weatheRing the storm of complaints
I once complained about the Met Office. In this very paper, about a year ago, I rubbished their capacity to get the weather right.
They didn't like it. In fact, they disliked it enough to write to me in gentlemanly protest, the top guy explaining, in some scientific detail, how they really hadn't got it that wrong.
I thanked him for trying to educate me and apologised for upsetting them.
The amazing thing is that they were able to find the time to care what I said about them. Because there they are in their funny-shaped building in Glasnevin, doing the day job while trying to cope with letters giving out about the Met Office being inaccurate, using the wrong language and causing the cows to get wringing wet. Not to mention accusing them of regional bias.
According to weekend reports one of the whinges they received this year was that they favoured one particular province in their forecasting.
"Munster seems to get the worst weather and yet this is not reported as such," the correspondent wrote. "You would almost think that Met Eireann executives were working for the tourist board in Munster."
On the other hand, someone on the east coast didn't think the forecasters were fair to their area, which, the complaint said, had been told to expect "the odd scattered shower", whereas continuous rain happened instead. Or, as the complainant put it, using capital letters to hammer home how disappointed they were, "IT RAINED FOR 11 SOLID HOURS."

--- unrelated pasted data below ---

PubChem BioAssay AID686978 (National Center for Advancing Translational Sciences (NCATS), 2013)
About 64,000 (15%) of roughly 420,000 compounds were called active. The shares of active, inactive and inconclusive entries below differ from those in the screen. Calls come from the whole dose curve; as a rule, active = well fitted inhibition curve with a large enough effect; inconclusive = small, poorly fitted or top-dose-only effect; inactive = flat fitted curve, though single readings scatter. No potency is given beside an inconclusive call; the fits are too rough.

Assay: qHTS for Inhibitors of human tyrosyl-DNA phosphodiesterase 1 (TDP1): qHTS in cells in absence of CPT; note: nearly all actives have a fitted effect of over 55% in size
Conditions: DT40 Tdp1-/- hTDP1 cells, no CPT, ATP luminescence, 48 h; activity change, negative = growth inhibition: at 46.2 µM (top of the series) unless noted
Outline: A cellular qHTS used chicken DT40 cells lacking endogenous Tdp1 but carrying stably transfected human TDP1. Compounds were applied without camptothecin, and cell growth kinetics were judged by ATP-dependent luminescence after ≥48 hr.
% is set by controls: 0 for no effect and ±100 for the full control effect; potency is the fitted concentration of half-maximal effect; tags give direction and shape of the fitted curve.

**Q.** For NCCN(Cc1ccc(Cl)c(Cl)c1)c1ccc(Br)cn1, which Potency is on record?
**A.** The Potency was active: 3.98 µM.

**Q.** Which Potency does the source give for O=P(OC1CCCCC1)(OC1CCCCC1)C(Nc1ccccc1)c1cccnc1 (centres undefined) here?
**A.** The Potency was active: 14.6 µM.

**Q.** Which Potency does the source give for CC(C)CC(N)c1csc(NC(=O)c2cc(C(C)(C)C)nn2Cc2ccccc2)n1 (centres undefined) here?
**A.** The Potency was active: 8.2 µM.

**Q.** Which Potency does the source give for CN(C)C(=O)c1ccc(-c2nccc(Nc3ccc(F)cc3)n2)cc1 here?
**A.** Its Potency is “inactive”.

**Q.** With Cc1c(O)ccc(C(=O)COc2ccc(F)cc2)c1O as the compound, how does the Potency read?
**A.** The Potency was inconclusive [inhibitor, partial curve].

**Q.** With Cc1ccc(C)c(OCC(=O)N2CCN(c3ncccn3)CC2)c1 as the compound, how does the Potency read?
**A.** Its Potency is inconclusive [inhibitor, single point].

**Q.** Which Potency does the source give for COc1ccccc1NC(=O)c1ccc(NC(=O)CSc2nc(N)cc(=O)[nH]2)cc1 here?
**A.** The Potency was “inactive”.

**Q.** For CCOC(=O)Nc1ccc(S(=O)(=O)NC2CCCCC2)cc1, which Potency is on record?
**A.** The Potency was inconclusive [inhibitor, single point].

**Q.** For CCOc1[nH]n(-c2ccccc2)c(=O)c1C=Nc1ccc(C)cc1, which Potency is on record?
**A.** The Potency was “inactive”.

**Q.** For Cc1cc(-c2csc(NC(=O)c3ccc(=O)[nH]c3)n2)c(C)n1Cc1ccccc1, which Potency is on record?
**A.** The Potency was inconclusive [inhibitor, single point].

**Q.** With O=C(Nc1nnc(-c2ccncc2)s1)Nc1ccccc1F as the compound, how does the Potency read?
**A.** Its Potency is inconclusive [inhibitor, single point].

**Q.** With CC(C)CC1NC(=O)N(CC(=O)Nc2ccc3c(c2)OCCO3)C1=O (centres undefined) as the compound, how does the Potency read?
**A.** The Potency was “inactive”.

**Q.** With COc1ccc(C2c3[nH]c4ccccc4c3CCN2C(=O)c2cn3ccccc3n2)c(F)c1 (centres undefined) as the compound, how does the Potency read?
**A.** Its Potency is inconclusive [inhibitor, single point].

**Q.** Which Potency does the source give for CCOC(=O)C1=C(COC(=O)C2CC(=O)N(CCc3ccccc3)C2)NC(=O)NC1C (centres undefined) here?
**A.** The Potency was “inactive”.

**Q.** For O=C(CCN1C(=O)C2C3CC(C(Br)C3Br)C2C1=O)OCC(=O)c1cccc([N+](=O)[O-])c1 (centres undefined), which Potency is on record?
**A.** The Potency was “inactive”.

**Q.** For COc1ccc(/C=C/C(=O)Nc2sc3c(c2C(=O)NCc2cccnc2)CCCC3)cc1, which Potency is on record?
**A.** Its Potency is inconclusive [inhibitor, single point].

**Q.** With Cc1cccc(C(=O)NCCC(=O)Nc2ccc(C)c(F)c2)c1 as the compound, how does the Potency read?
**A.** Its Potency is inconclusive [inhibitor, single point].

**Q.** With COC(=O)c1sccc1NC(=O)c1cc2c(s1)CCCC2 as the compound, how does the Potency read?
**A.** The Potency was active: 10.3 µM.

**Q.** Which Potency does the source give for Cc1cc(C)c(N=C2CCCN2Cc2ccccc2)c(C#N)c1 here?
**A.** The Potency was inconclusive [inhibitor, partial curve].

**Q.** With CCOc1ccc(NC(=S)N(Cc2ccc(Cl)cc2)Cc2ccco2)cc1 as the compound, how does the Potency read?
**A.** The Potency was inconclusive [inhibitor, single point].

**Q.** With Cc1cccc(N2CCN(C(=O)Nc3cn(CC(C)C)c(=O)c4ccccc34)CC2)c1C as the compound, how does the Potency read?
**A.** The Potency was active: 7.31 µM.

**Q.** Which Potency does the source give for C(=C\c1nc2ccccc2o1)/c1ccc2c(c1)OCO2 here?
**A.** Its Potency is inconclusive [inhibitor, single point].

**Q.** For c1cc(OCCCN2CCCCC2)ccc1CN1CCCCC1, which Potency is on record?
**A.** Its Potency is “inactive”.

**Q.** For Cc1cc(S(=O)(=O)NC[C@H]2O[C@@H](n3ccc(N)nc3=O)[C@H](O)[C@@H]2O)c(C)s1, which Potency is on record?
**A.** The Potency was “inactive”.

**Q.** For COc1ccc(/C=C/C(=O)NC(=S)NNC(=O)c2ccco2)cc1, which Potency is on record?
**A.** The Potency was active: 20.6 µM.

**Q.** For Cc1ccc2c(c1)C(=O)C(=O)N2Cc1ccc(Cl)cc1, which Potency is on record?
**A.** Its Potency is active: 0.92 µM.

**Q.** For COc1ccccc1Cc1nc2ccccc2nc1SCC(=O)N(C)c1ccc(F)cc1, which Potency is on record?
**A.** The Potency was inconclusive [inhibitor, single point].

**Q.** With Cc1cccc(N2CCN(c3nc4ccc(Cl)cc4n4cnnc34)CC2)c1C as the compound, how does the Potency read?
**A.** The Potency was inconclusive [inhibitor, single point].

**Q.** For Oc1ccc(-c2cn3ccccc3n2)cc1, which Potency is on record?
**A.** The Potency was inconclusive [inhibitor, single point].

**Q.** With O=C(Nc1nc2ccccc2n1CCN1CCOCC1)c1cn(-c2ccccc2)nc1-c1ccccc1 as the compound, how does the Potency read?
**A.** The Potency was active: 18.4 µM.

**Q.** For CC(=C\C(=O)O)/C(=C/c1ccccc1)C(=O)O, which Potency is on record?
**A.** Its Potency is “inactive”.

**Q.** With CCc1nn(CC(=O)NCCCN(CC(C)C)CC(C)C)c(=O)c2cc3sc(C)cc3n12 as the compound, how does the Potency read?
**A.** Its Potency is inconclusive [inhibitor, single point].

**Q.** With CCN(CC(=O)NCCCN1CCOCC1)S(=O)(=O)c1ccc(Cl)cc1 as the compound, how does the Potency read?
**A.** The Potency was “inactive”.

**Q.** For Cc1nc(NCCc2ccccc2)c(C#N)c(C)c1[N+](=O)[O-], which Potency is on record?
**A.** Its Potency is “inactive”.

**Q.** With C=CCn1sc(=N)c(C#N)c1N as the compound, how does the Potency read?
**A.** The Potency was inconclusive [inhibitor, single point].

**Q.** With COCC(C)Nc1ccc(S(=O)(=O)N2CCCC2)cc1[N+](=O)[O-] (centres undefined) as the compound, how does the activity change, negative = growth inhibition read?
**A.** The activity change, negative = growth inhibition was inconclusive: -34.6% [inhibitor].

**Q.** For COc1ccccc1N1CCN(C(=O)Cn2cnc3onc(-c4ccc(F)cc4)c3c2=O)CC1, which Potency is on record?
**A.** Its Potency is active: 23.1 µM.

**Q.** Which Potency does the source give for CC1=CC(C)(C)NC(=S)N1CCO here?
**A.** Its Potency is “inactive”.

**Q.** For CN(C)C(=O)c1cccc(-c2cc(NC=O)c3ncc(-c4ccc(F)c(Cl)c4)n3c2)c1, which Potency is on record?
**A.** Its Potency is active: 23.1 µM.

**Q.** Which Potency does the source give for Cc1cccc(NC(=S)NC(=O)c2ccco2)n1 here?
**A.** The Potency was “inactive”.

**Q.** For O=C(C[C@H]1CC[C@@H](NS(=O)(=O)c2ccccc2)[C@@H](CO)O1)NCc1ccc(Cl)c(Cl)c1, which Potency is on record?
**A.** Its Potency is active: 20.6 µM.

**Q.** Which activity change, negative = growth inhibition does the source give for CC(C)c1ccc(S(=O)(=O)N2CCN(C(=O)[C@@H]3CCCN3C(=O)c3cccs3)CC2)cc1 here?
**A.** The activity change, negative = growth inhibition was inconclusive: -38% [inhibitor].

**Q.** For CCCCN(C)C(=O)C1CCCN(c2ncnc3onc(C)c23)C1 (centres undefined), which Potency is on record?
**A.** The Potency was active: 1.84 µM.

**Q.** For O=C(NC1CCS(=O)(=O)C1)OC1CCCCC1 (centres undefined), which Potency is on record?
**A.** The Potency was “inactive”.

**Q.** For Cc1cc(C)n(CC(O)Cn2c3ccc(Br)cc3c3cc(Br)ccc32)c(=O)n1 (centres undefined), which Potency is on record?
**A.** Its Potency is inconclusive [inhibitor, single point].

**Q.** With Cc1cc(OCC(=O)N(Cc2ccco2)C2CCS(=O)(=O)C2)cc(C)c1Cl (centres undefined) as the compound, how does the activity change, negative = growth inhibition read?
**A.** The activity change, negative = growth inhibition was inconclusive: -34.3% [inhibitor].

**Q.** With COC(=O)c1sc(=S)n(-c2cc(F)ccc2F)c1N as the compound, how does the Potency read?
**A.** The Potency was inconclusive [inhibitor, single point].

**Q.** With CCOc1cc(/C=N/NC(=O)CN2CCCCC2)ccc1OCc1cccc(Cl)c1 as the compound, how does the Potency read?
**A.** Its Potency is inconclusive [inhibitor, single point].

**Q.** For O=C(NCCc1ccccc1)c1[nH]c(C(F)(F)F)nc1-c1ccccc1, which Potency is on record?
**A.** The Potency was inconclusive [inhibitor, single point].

Then there was the farmer's wife in the south west who sat down to write to them at 2am. Her family's cows had not been brought in under shelter because Met Eireann had promised the weather would be grand, and instead it bucketed.
It's amazing how many people plan for weather they're told is going to happen, and when it doesn't, get ratty beyond belief.
Not only do they sulk over failing to bring their brolly with them, but they blame the Met Office, who presumably get so busy showing favouritism to Munster that they can't get the weather right anywhere else.
Now, to be honest, the Met Office doesn't actually get that many letters of complaint - somewhere between thirty and forty a year on average. But every year they get a handful from viewers devoted to preserving the purity of the English language. They're the ones who hate the forecasters for saying "the get-go" when they could say "the start" and for saying "Xmas" for Christmas.
We all moan about the weather all the time anyway. But when it's not the weather we were promised, we blame the unfortunate Met Office.
For a career in meteorology, only masochists need apply.